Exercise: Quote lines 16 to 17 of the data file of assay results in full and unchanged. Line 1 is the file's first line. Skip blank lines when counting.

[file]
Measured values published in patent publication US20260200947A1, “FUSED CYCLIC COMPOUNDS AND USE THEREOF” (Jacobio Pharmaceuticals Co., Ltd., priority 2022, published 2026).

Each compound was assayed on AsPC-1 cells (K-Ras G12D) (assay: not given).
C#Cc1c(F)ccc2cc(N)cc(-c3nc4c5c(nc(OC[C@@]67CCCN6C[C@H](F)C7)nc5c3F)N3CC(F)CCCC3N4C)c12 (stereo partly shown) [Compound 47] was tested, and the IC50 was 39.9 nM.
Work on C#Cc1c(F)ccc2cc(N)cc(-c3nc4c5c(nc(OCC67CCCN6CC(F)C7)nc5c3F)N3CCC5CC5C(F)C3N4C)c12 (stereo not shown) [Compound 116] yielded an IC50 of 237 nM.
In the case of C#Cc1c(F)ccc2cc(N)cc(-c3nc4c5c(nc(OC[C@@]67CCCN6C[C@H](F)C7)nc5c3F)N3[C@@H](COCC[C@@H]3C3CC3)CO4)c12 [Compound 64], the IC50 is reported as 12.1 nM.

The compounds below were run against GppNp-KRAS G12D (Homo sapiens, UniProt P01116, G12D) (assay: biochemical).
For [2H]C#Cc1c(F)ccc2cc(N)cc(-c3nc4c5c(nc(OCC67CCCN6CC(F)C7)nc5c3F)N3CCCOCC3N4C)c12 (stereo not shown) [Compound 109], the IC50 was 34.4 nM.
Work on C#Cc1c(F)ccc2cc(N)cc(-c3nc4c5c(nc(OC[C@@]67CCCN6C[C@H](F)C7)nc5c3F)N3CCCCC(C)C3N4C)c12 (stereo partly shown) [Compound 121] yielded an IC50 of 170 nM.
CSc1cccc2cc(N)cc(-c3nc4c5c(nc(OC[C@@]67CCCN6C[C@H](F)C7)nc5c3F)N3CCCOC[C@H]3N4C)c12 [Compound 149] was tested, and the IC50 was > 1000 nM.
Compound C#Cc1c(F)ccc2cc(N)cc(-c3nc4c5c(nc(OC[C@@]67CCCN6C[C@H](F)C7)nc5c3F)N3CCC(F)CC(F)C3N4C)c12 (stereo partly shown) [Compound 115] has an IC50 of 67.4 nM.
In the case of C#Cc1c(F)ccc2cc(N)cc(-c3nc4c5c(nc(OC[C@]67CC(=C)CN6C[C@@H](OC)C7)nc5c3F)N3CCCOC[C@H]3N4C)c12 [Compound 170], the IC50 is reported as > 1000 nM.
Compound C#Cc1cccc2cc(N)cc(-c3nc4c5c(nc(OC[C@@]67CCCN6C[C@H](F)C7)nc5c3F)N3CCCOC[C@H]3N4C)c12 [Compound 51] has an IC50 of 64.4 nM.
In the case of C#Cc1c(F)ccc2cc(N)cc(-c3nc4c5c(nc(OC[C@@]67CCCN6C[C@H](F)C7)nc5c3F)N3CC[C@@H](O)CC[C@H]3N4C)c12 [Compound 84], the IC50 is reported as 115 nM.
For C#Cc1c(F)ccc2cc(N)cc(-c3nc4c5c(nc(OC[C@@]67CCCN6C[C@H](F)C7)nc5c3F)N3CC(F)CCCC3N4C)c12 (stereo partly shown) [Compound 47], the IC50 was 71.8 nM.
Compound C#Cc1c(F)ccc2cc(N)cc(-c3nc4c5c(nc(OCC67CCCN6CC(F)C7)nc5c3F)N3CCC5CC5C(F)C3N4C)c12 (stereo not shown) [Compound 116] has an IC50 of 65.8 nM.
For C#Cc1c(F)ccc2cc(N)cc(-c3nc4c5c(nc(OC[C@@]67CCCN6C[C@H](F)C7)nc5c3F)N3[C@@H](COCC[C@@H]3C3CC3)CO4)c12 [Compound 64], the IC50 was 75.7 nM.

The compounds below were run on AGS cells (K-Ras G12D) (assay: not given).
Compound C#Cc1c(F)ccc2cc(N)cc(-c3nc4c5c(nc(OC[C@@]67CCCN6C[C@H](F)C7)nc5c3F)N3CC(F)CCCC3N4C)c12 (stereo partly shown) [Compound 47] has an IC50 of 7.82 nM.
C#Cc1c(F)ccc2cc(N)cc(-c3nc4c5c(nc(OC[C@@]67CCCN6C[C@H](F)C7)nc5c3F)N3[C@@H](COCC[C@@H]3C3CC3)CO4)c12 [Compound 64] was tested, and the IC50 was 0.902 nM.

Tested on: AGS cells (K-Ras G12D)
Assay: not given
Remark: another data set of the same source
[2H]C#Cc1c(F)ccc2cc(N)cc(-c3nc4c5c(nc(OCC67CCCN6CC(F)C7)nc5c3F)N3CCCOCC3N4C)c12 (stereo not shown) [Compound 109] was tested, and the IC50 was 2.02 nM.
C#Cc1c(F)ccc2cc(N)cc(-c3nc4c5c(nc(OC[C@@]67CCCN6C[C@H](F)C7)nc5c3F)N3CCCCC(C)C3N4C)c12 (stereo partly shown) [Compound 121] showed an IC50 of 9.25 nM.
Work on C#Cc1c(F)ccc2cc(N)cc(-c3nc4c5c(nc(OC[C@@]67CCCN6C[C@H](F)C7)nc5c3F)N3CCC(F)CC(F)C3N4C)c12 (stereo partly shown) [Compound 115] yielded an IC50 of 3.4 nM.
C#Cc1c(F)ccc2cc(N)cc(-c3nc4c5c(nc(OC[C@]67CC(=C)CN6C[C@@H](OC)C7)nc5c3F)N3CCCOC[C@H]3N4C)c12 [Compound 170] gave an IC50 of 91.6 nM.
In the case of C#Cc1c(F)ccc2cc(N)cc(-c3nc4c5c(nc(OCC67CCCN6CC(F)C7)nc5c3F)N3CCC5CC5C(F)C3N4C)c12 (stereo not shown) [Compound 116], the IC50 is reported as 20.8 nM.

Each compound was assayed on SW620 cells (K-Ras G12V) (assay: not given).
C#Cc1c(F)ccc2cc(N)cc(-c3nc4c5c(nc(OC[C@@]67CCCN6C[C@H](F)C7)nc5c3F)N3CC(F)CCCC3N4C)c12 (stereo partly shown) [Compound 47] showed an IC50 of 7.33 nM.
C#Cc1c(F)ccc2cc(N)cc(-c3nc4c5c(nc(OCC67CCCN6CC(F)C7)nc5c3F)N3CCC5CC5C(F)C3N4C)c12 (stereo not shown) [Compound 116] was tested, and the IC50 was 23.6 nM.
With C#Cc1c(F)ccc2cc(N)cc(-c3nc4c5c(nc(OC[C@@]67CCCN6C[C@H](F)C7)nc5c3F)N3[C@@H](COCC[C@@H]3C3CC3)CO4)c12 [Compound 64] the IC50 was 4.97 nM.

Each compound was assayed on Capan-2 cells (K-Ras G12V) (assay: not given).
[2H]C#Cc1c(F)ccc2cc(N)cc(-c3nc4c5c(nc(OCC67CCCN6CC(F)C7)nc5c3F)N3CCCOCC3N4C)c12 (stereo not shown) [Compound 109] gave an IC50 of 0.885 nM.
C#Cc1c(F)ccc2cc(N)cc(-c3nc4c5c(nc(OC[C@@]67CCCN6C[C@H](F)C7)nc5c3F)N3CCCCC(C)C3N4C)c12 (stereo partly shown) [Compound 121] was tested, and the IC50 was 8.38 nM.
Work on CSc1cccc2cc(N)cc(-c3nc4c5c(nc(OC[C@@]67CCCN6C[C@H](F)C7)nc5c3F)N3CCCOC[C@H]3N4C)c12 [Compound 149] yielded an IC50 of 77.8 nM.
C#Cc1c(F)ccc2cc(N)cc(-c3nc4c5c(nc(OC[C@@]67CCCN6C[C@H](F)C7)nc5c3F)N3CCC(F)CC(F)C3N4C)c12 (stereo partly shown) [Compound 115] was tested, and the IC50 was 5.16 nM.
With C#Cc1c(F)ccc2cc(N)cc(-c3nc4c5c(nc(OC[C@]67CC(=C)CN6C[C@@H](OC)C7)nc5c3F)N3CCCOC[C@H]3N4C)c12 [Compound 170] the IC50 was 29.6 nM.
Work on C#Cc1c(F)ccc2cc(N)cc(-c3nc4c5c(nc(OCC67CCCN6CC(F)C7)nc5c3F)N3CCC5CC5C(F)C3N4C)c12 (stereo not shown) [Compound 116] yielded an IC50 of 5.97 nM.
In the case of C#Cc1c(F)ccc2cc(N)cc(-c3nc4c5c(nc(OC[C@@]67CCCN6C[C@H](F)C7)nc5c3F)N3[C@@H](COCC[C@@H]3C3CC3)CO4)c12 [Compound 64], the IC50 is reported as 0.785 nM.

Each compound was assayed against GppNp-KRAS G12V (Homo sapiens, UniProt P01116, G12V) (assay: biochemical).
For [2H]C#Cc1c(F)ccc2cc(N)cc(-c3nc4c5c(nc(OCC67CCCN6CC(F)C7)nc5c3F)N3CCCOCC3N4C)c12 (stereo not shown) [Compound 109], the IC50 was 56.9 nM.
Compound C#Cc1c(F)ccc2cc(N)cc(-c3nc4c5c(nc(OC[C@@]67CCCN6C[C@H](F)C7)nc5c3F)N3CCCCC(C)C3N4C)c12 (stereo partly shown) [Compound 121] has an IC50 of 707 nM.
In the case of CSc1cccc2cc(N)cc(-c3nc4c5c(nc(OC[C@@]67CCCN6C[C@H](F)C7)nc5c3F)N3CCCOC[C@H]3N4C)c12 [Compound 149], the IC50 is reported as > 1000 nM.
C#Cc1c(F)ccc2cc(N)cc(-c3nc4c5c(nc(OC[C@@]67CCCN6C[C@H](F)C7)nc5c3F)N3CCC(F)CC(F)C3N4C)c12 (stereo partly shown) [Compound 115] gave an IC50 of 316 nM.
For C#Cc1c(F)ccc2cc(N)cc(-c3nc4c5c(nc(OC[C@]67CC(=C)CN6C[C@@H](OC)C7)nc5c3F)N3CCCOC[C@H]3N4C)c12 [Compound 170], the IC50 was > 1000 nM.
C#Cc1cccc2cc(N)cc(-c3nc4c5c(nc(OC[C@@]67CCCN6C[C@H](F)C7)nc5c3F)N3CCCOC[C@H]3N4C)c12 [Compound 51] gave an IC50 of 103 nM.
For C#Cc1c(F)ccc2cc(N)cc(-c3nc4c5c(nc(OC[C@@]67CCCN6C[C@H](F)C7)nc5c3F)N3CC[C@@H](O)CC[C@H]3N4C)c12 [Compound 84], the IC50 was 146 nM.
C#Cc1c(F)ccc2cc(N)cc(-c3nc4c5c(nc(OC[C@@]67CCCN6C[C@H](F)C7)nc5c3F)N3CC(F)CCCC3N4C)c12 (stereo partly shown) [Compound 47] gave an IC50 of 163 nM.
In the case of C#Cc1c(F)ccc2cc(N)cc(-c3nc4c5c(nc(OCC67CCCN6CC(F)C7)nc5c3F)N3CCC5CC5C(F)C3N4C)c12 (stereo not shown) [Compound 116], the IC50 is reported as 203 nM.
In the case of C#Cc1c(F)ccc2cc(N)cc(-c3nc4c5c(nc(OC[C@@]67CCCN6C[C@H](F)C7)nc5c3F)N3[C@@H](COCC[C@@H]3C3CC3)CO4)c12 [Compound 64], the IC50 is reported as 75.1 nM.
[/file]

For C#Cc1c(F)ccc2cc(N)cc(-c3nc4c5c(nc(OC[C@@]67CCCN6C[C@H](F)C7)nc5c3F)N3[C@@H](COCC[C@@H]3C3CC3)CO4)c12 [Compound 64], the IC50 was 75.7 nM.

The compounds below were run on AGS cells (K-Ras G12D) (assay: not given).